Need a quick refresh on your wine terms? Check out our wine-word cheat sheet!




The crispness in a wine that makes you salivate (and not just because it’s totally delicious). If your mouth waters like crazy after you take a sip, the wine you’re drinking is considered highly acidic.



The drying sensation in a wine that makes you pucker. The level of astringency depends on the amount of tannin a wine has
absorbed from the grape skins or seeds, or the length of time spent in an oak barrel. This sensation is common in dry red wines, like Cabernet Sauvignon, Nebbiolo and Tempranillo.



Much like everyone’s favorite boy band, a wine is considered balanced when all of its characteristics are in sync. Acidity is balanced
by sweetness, fruit flavors are balanced against oak, earth, and tannin, etc.



The taste sensation caused by tannins that is sensed on the back of the tongue. You’ll notice this while eating dark chocolate, drinking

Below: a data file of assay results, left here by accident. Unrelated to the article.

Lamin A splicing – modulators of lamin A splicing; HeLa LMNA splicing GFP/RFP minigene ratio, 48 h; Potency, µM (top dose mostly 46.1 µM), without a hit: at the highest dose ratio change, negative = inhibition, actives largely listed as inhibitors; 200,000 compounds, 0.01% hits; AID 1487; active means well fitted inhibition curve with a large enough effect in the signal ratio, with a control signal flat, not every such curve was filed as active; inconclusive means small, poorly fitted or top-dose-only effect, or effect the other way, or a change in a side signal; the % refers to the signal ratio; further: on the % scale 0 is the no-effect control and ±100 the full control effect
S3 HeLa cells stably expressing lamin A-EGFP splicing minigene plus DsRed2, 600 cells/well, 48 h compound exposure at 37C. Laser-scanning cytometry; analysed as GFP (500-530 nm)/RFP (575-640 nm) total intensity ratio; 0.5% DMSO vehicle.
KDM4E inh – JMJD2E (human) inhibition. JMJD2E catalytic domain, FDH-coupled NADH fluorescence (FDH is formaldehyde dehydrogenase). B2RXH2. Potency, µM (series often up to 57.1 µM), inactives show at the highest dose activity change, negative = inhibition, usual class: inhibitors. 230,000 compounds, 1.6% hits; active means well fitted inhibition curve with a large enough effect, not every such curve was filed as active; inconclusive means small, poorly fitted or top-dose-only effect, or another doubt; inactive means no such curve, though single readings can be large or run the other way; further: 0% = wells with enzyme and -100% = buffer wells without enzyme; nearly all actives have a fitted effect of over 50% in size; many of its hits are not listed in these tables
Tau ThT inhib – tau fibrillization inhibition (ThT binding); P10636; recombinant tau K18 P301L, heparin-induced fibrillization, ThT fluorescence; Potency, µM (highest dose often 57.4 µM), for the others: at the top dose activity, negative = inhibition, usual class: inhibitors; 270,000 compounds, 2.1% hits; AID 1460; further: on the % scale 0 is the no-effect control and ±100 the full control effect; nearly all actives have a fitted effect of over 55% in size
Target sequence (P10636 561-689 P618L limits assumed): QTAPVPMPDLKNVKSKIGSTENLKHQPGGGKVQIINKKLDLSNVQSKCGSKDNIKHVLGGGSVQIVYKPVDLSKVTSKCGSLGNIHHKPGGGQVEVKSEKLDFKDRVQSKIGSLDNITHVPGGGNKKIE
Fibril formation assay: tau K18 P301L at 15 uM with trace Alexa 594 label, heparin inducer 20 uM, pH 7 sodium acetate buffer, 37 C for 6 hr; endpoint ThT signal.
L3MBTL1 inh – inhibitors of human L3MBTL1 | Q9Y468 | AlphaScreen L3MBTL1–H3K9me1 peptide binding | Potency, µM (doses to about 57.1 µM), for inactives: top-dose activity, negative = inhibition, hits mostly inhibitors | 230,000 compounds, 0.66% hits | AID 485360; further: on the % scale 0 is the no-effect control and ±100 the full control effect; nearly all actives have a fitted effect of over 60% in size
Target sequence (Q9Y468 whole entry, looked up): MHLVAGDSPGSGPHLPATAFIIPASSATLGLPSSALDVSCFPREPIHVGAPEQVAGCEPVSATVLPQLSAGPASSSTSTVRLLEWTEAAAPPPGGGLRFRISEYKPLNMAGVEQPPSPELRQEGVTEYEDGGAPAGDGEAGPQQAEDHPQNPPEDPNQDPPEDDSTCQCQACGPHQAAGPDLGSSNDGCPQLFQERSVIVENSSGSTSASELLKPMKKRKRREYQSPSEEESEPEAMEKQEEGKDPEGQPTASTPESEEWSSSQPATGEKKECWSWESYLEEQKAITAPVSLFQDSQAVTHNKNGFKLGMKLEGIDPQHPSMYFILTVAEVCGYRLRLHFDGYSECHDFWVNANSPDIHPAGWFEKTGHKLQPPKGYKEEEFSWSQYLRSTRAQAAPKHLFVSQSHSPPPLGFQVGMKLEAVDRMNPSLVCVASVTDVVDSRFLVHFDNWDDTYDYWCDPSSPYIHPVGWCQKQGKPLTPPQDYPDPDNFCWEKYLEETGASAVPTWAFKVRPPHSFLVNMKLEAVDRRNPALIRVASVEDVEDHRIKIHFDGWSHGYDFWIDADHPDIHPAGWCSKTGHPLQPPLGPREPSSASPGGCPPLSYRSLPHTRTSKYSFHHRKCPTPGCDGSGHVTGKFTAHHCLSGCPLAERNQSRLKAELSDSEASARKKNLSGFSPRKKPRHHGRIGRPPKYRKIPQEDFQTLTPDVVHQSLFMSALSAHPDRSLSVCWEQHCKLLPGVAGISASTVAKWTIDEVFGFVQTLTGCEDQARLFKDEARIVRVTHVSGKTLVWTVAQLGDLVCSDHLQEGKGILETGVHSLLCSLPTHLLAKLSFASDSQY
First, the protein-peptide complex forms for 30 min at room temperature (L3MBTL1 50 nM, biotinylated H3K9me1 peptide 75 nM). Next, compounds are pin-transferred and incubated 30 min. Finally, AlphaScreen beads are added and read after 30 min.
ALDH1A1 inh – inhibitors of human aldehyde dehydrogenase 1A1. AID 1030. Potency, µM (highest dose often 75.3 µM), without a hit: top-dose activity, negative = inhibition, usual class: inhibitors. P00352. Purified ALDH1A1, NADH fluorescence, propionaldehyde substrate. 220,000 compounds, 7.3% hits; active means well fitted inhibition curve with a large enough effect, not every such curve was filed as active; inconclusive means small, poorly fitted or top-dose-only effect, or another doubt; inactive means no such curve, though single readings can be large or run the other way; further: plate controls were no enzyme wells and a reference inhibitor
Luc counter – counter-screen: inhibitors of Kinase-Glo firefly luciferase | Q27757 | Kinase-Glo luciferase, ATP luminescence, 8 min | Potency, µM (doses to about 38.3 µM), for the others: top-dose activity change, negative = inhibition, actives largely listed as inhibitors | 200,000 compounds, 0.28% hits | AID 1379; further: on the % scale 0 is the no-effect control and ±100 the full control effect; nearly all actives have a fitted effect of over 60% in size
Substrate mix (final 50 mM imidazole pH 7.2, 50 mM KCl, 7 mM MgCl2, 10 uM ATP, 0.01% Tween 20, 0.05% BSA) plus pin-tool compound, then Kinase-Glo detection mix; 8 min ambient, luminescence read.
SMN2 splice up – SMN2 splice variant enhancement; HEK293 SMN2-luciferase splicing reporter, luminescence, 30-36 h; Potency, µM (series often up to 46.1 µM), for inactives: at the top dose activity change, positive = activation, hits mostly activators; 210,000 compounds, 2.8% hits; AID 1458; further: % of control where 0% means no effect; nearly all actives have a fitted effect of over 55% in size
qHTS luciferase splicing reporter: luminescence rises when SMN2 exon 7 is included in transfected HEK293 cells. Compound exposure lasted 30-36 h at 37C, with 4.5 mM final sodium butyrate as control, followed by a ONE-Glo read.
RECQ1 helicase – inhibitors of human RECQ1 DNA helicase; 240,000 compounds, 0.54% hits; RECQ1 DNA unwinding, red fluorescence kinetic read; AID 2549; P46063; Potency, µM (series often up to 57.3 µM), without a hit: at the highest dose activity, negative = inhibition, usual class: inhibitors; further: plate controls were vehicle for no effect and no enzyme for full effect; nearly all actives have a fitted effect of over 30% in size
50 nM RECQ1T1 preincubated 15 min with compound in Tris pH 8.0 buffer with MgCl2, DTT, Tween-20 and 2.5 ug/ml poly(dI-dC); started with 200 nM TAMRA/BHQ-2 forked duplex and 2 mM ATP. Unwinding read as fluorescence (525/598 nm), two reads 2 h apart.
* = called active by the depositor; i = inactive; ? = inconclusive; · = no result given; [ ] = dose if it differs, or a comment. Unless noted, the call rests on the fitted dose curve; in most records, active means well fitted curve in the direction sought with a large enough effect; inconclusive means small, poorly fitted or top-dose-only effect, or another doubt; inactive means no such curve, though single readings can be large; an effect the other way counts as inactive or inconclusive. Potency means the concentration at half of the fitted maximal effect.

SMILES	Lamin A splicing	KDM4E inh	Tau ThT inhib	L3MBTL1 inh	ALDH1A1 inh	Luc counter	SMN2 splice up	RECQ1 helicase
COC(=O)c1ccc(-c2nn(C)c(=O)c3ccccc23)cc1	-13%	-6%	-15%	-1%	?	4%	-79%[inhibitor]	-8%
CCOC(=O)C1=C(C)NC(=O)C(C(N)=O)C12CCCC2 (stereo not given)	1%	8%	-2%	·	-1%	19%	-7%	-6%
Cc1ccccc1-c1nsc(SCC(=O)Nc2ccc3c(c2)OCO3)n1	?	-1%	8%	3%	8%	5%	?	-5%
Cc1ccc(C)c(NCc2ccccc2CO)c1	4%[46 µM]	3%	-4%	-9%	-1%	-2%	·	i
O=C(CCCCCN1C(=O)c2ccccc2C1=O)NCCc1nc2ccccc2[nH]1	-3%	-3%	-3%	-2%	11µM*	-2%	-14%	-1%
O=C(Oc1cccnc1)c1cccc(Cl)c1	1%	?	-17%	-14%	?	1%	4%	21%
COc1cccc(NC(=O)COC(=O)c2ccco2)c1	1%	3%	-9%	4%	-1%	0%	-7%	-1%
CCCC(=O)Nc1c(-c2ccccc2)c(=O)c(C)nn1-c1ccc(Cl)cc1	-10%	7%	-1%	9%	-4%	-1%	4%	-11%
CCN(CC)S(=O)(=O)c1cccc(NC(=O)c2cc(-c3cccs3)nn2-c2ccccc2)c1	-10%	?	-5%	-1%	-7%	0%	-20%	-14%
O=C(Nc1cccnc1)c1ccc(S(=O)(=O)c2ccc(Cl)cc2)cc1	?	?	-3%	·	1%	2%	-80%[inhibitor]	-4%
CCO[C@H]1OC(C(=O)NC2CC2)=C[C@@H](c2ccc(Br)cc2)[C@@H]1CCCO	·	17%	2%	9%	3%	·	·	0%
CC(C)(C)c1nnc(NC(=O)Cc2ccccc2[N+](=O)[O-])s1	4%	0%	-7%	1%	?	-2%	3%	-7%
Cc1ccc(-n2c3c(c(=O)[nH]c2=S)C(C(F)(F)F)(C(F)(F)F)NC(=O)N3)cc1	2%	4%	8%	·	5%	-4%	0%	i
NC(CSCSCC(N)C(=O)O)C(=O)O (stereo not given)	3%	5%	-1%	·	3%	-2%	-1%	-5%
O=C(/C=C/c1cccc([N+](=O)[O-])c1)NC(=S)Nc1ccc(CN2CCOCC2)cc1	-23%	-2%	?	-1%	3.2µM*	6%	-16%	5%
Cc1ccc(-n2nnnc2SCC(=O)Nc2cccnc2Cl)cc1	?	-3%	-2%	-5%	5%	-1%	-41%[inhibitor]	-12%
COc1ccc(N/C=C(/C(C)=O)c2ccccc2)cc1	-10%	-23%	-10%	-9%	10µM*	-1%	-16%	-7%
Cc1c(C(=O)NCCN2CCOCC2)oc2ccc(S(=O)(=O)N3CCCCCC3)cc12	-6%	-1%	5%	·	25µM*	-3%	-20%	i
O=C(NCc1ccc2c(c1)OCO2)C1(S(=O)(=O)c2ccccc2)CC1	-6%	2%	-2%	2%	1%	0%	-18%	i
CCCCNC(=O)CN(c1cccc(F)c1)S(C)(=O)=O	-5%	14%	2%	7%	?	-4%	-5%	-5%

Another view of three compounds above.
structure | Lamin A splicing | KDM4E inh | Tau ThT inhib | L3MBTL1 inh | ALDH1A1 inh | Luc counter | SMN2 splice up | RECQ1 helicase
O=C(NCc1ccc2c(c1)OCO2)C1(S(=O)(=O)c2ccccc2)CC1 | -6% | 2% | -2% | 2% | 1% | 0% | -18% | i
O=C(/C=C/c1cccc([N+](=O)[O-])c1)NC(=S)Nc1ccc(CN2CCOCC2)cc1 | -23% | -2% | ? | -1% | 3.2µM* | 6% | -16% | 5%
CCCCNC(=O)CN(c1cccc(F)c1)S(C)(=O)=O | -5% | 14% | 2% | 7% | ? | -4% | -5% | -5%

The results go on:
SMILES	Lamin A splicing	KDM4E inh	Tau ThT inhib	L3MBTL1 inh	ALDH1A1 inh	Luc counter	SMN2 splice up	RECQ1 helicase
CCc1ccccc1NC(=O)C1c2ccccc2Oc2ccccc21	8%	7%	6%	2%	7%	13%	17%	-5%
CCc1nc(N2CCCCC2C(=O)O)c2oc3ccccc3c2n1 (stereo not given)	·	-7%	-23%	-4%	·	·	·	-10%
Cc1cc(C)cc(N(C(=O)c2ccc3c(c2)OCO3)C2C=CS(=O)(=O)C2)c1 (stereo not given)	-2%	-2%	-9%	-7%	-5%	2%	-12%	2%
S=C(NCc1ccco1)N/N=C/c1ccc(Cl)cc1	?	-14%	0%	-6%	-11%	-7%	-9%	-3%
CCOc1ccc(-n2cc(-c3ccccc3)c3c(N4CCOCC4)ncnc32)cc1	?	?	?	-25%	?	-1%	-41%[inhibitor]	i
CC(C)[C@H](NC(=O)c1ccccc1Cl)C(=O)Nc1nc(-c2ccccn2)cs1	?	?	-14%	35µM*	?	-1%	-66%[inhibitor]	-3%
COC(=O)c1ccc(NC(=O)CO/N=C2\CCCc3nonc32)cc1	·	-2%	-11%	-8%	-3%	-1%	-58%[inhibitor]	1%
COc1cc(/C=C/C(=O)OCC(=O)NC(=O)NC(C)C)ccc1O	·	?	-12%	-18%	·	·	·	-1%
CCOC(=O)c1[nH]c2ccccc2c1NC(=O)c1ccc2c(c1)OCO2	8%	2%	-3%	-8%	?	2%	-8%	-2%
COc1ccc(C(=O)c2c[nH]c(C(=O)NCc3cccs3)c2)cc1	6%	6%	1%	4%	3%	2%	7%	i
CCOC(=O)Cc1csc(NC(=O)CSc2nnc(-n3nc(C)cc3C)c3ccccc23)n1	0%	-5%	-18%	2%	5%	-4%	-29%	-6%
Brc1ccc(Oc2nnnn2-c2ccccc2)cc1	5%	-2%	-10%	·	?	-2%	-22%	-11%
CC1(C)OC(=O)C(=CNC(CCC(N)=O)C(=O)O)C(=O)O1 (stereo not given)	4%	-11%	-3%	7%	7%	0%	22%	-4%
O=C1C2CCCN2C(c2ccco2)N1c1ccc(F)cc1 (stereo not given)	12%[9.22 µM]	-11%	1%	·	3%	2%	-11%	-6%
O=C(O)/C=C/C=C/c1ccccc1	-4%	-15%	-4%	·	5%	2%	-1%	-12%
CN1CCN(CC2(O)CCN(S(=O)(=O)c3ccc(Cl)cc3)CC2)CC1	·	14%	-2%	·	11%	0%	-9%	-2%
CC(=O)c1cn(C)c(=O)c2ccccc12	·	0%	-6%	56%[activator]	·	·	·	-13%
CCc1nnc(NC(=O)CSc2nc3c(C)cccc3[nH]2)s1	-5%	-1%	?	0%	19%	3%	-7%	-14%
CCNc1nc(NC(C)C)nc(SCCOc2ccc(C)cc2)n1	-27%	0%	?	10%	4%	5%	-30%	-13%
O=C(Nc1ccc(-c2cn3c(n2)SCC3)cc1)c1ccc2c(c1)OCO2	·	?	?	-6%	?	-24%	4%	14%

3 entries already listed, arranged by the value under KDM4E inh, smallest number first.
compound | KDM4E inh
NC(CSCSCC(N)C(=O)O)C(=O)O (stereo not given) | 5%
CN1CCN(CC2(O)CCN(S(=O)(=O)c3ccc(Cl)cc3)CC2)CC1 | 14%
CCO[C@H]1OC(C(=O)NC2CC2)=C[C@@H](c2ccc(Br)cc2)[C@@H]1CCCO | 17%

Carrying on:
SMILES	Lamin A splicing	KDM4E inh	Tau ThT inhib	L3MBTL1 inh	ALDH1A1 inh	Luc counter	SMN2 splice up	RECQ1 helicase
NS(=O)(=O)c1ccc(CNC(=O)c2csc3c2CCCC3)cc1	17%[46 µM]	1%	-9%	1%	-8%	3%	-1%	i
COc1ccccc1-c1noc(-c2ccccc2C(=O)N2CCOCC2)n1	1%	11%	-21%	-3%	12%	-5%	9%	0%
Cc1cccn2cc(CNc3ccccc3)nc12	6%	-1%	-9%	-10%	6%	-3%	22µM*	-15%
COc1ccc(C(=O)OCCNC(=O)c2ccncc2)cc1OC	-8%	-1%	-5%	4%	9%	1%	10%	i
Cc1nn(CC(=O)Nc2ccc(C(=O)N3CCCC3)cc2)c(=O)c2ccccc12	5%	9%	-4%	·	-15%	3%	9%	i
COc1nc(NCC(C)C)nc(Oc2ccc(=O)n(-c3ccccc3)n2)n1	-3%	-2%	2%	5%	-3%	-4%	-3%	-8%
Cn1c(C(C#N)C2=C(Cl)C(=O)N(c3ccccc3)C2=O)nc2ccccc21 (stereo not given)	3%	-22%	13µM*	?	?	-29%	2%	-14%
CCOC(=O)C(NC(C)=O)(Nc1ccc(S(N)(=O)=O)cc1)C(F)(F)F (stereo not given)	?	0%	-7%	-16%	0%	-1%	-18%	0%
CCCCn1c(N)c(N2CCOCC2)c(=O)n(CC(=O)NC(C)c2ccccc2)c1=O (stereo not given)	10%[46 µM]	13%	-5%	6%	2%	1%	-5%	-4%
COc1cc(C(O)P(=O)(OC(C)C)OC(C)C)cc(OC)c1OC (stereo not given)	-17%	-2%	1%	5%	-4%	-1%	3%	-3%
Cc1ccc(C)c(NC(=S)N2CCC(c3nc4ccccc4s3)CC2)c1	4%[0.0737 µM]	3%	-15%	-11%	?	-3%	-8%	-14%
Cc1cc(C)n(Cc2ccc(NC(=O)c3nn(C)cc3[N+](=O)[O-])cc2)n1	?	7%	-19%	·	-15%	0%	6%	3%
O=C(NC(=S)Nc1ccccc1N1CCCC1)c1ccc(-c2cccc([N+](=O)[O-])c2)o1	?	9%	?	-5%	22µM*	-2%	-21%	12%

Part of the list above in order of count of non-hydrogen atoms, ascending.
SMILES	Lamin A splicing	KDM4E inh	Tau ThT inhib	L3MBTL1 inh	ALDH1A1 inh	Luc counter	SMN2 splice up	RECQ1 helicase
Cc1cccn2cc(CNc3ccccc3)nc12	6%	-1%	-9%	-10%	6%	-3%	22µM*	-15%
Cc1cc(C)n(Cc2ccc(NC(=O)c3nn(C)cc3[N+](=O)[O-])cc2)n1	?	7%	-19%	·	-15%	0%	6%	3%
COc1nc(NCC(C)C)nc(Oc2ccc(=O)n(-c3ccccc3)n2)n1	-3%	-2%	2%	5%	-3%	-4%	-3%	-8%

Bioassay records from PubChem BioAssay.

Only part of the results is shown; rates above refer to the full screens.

strongly brewed tea or IPA beers, and while sipping on certain wine varietals.



The weight of the wine in your mouth. We like to use the milk analogy: “light bodied” wines feel thin – think of having a drink of skim
milk. “Heavy or full bodied” wines have a round and very rich mouthfeel – think of taking a sip of heavy cream.



Pronounced “bore-doe” – this term refers to: a city in southwest France; a large French wine-producing region; a red wine(produced in said region) comprised primarily of Cabernet Sauvignon, Merlot, and Cabernet Franc; a white wine (also produced in said region), comprised of Sauvignon Blanc and Sémillon; a super impressive vino to choose off the wine list on a date.


Botrytis Cinerea:

More fondly referred to as the Noble Rot. Botrytis is a mold that causes grapes to shrivel, concentrating their sugars and creating
sweet, delicious dessert wine.